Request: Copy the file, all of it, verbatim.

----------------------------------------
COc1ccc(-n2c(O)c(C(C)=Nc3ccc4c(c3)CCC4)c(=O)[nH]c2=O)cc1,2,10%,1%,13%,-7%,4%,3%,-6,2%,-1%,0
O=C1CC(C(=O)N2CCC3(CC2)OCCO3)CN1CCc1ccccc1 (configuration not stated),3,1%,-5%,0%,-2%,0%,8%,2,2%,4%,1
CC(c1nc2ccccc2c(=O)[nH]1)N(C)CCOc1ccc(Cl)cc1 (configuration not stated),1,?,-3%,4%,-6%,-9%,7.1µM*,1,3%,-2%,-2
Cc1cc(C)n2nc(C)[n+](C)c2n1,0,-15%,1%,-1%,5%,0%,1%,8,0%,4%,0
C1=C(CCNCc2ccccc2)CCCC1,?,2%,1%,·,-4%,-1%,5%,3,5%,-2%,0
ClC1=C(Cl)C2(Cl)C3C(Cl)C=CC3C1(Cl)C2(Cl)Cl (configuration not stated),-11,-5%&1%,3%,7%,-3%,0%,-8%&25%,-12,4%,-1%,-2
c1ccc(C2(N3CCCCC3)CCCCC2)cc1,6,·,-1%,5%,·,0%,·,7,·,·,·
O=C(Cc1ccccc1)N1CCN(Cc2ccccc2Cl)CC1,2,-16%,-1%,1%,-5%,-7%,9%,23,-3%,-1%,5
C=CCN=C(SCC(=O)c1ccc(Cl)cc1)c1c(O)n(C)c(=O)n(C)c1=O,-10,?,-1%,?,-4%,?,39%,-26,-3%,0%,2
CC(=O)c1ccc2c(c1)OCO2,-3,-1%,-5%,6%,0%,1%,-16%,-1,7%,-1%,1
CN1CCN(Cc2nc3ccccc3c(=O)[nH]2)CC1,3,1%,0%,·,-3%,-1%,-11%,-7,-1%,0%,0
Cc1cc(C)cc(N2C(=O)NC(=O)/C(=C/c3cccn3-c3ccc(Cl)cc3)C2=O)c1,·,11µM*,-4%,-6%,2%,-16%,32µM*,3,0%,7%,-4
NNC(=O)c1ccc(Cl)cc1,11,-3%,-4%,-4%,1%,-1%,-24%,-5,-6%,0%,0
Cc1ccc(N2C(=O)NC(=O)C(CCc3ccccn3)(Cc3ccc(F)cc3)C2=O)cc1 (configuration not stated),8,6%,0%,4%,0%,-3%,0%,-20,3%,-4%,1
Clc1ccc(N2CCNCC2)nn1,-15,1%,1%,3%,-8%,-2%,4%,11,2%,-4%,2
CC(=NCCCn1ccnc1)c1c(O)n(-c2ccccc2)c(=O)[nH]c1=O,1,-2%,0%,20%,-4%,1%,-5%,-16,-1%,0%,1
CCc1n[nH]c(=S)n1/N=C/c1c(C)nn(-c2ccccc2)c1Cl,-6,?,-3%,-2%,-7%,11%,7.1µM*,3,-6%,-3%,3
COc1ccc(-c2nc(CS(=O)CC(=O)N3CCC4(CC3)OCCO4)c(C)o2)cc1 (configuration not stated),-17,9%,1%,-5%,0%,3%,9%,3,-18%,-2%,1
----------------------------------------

COc1ccc(-n2c(O)c(C(C)=Nc3ccc4c(c3)CCC4)c(=O)[nH]c2=O)cc1,2,10%,1%,13%,-7%,4%,3%,-6,2%,-1%,0
O=C1CC(C(=O)N2CCC3(CC2)OCCO3)CN1CCc1ccccc1 (configuration not stated),3,1%,-5%,0%,-2%,0%,8%,2,2%,4%,1
CC(c1nc2ccccc2c(=O)[nH]1)N(C)CCOc1ccc(Cl)cc1 (configuration not stated),1,?,-3%,4%,-6%,-9%,7.1µM*,1,3%,-2%,-2
Cc1cc(C)n2nc(C)[n+](C)c2n1,0,-15%,1%,-1%,5%,0%,1%,8,0%,4%,0
C1=C(CCNCc2ccccc2)CCCC1,?,2%,1%,·,-4%,-1%,5%,3,5%,-2%,0
ClC1=C(Cl)C2(Cl)C3C(Cl)C=CC3C1(Cl)C2(Cl)Cl (configuration not stated),-11,-5%&1%,3%,7%,-3%,0%,-8%&25%,-12,4%,-1%,-2
c1ccc(C2(N3CCCCC3)CCCCC2)cc1,6,·,-1%,5%,·,0%,·,7,·,·,·
O=C(Cc1ccccc1)N1CCN(Cc2ccccc2Cl)CC1,2,-16%,-1%,1%,-5%,-7%,9%,23,-3%,-1%,5
C=CCN=C(SCC(=O)c1ccc(Cl)cc1)c1c(O)n(C)c(=O)n(C)c1=O,-10,?,-1%,?,-4%,?,39%,-26,-3%,0%,2
CC(=O)c1ccc2c(c1)OCO2,-3,-1%,-5%,6%,0%,1%,-16%,-1,7%,-1%,1
CN1CCN(Cc2nc3ccccc3c(=O)[nH]2)CC1,3,1%,0%,·,-3%,-1%,-11%,-7,-1%,0%,0
Cc1cc(C)cc(N2C(=O)NC(=O)/C(=C/c3cccn3-c3ccc(Cl)cc3)C2=O)c1,·,11µM*,-4%,-6%,2%,-16%,32µM*,3,0%,7%,-4
NNC(=O)c1ccc(Cl)cc1,11,-3%,-4%,-4%,1%,-1%,-24%,-5,-6%,0%,0
Cc1ccc(N2C(=O)NC(=O)C(CCc3ccccn3)(Cc3ccc(F)cc3)C2=O)cc1 (configuration not stated),8,6%,0%,4%,0%,-3%,0%,-20,3%,-4%,1
Clc1ccc(N2CCNCC2)nn1,-15,1%,1%,3%,-8%,-2%,4%,11,2%,-4%,2
CC(=NCCCn1ccnc1)c1c(O)n(-c2ccccc2)c(=O)[nH]c1=O,1,-2%,0%,20%,-4%,1%,-5%,-16,-1%,0%,1
CCc1n[nH]c(=S)n1/N=C/c1c(C)nn(-c2ccccc2)c1Cl,-6,?,-3%,-2%,-7%,11%,7.1µM*,3,-6%,-3%,3
COc1ccc(-c2nc(CS(=O)CC(=O)N3CCC4(CC3)OCCO4)c(C)o2)cc1 (configuration not stated),-17,9%,1%,-5%,0%,3%,9%,3,-18%,-2%,1